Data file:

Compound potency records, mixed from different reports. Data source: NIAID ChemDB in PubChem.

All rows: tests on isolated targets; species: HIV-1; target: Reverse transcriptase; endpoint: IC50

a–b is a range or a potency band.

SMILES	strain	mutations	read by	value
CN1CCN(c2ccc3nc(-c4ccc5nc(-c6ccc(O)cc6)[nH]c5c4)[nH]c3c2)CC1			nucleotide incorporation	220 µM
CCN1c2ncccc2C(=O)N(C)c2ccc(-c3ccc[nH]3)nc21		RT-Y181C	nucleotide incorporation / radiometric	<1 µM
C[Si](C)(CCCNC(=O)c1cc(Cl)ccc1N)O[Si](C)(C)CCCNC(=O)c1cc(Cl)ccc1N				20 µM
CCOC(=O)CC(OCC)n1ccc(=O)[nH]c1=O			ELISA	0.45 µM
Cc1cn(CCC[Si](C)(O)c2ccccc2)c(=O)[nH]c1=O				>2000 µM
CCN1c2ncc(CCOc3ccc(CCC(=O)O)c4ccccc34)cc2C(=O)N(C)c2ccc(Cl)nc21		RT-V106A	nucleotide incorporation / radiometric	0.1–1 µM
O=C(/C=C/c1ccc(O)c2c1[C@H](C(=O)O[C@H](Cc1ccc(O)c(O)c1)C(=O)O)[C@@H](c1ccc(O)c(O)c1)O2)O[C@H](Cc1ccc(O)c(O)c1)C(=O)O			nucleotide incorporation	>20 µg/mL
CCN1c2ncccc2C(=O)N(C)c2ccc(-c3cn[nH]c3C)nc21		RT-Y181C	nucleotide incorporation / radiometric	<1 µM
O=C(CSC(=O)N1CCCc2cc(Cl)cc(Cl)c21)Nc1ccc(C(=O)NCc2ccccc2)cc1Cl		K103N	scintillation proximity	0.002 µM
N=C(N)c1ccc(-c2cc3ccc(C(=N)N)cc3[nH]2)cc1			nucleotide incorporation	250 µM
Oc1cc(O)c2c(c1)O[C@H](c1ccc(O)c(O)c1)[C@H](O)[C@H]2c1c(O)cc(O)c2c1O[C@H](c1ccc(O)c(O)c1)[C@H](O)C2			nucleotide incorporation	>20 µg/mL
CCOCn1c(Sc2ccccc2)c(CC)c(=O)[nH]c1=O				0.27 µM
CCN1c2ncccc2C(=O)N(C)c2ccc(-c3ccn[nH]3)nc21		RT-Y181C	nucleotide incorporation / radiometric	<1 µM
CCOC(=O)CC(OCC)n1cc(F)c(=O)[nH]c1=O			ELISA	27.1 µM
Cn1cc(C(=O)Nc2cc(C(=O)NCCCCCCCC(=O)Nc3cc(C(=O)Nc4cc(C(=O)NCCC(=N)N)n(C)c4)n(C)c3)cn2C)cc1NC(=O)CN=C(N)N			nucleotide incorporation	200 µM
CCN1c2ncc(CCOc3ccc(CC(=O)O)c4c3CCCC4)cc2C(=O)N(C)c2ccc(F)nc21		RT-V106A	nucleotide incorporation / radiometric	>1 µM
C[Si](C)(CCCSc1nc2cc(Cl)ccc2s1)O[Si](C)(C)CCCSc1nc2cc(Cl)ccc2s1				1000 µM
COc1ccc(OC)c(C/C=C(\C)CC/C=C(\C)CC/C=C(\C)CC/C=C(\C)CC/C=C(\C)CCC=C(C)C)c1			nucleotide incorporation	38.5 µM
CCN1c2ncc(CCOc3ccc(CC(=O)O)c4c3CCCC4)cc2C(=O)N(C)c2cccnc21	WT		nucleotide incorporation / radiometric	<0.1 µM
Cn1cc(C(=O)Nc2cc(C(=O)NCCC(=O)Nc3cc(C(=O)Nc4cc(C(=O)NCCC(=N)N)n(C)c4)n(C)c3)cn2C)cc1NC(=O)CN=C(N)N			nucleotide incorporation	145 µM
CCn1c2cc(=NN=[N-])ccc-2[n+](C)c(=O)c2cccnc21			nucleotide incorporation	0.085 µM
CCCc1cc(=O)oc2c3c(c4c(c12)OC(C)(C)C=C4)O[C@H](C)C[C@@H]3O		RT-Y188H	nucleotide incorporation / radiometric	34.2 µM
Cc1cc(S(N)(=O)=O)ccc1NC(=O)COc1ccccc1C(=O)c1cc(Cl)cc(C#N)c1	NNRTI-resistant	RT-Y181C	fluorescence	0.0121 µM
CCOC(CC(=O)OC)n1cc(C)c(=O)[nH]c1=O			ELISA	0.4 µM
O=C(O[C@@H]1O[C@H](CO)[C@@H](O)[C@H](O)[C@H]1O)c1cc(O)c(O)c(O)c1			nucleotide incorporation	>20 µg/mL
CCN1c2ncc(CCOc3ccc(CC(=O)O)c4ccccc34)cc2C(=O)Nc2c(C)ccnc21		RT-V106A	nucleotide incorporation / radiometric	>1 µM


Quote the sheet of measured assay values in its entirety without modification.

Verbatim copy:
Compound potency records, mixed from different reports. Data source: NIAID ChemDB in PubChem.

All rows: tests on isolated targets; species: HIV-1; target: Reverse transcriptase; endpoint: IC50

a–b is a range or a potency band.

SMILES	strain	mutations	read by	value
CN1CCN(c2ccc3nc(-c4ccc5nc(-c6ccc(O)cc6)[nH]c5c4)[nH]c3c2)CC1			nucleotide incorporation	220 µM
CCN1c2ncccc2C(=O)N(C)c2ccc(-c3ccc[nH]3)nc21		RT-Y181C	nucleotide incorporation / radiometric	<1 µM
C[Si](C)(CCCNC(=O)c1cc(Cl)ccc1N)O[Si](C)(C)CCCNC(=O)c1cc(Cl)ccc1N				20 µM
CCOC(=O)CC(OCC)n1ccc(=O)[nH]c1=O			ELISA	0.45 µM
Cc1cn(CCC[Si](C)(O)c2ccccc2)c(=O)[nH]c1=O				>2000 µM
CCN1c2ncc(CCOc3ccc(CCC(=O)O)c4ccccc34)cc2C(=O)N(C)c2ccc(Cl)nc21		RT-V106A	nucleotide incorporation / radiometric	0.1–1 µM
O=C(/C=C/c1ccc(O)c2c1[C@H](C(=O)O[C@H](Cc1ccc(O)c(O)c1)C(=O)O)[C@@H](c1ccc(O)c(O)c1)O2)O[C@H](Cc1ccc(O)c(O)c1)C(=O)O			nucleotide incorporation	>20 µg/mL
CCN1c2ncccc2C(=O)N(C)c2ccc(-c3cn[nH]c3C)nc21		RT-Y181C	nucleotide incorporation / radiometric	<1 µM
O=C(CSC(=O)N1CCCc2cc(Cl)cc(Cl)c21)Nc1ccc(C(=O)NCc2ccccc2)cc1Cl		K103N	scintillation proximity	0.002 µM
N=C(N)c1ccc(-c2cc3ccc(C(=N)N)cc3[nH]2)cc1			nucleotide incorporation	250 µM
Oc1cc(O)c2c(c1)O[C@H](c1ccc(O)c(O)c1)[C@H](O)[C@H]2c1c(O)cc(O)c2c1O[C@H](c1ccc(O)c(O)c1)[C@H](O)C2			nucleotide incorporation	>20 µg/mL
CCOCn1c(Sc2ccccc2)c(CC)c(=O)[nH]c1=O				0.27 µM
CCN1c2ncccc2C(=O)N(C)c2ccc(-c3ccn[nH]3)nc21		RT-Y181C	nucleotide incorporation / radiometric	<1 µM
CCOC(=O)CC(OCC)n1cc(F)c(=O)[nH]c1=O			ELISA	27.1 µM
Cn1cc(C(=O)Nc2cc(C(=O)NCCCCCCCC(=O)Nc3cc(C(=O)Nc4cc(C(=O)NCCC(=N)N)n(C)c4)n(C)c3)cn2C)cc1NC(=O)CN=C(N)N			nucleotide incorporation	200 µM
CCN1c2ncc(CCOc3ccc(CC(=O)O)c4c3CCCC4)cc2C(=O)N(C)c2ccc(F)nc21		RT-V106A	nucleotide incorporation / radiometric	>1 µM
C[Si](C)(CCCSc1nc2cc(Cl)ccc2s1)O[Si](C)(C)CCCSc1nc2cc(Cl)ccc2s1				1000 µM
COc1ccc(OC)c(C/C=C(\C)CC/C=C(\C)CC/C=C(\C)CC/C=C(\C)CC/C=C(\C)CCC=C(C)C)c1			nucleotide incorporation	38.5 µM
CCN1c2ncc(CCOc3ccc(CC(=O)O)c4c3CCCC4)cc2C(=O)N(C)c2cccnc21	WT		nucleotide incorporation / radiometric	<0.1 µM
Cn1cc(C(=O)Nc2cc(C(=O)NCCC(=O)Nc3cc(C(=O)Nc4cc(C(=O)NCCC(=N)N)n(C)c4)n(C)c3)cn2C)cc1NC(=O)CN=C(N)N			nucleotide incorporation	145 µM
CCn1c2cc(=NN=[N-])ccc-2[n+](C)c(=O)c2cccnc21			nucleotide incorporation	0.085 µM
CCCc1cc(=O)oc2c3c(c4c(c12)OC(C)(C)C=C4)O[C@H](C)C[C@@H]3O		RT-Y188H	nucleotide incorporation / radiometric	34.2 µM
Cc1cc(S(N)(=O)=O)ccc1NC(=O)COc1ccccc1C(=O)c1cc(Cl)cc(C#N)c1	NNRTI-resistant	RT-Y181C	fluorescence	0.0121 µM
CCOC(CC(=O)OC)n1cc(C)c(=O)[nH]c1=O			ELISA	0.4 µM
O=C(O[C@@H]1O[C@H](CO)[C@@H](O)[C@H](O)[C@H]1O)c1cc(O)c(O)c(O)c1			nucleotide incorporation	>20 µg/mL
CCN1c2ncc(CCOc3ccc(CC(=O)O)c4ccccc34)cc2C(=O)Nc2c(C)ccnc21		RT-V106A	nucleotide incorporation / radiometric	>1 µM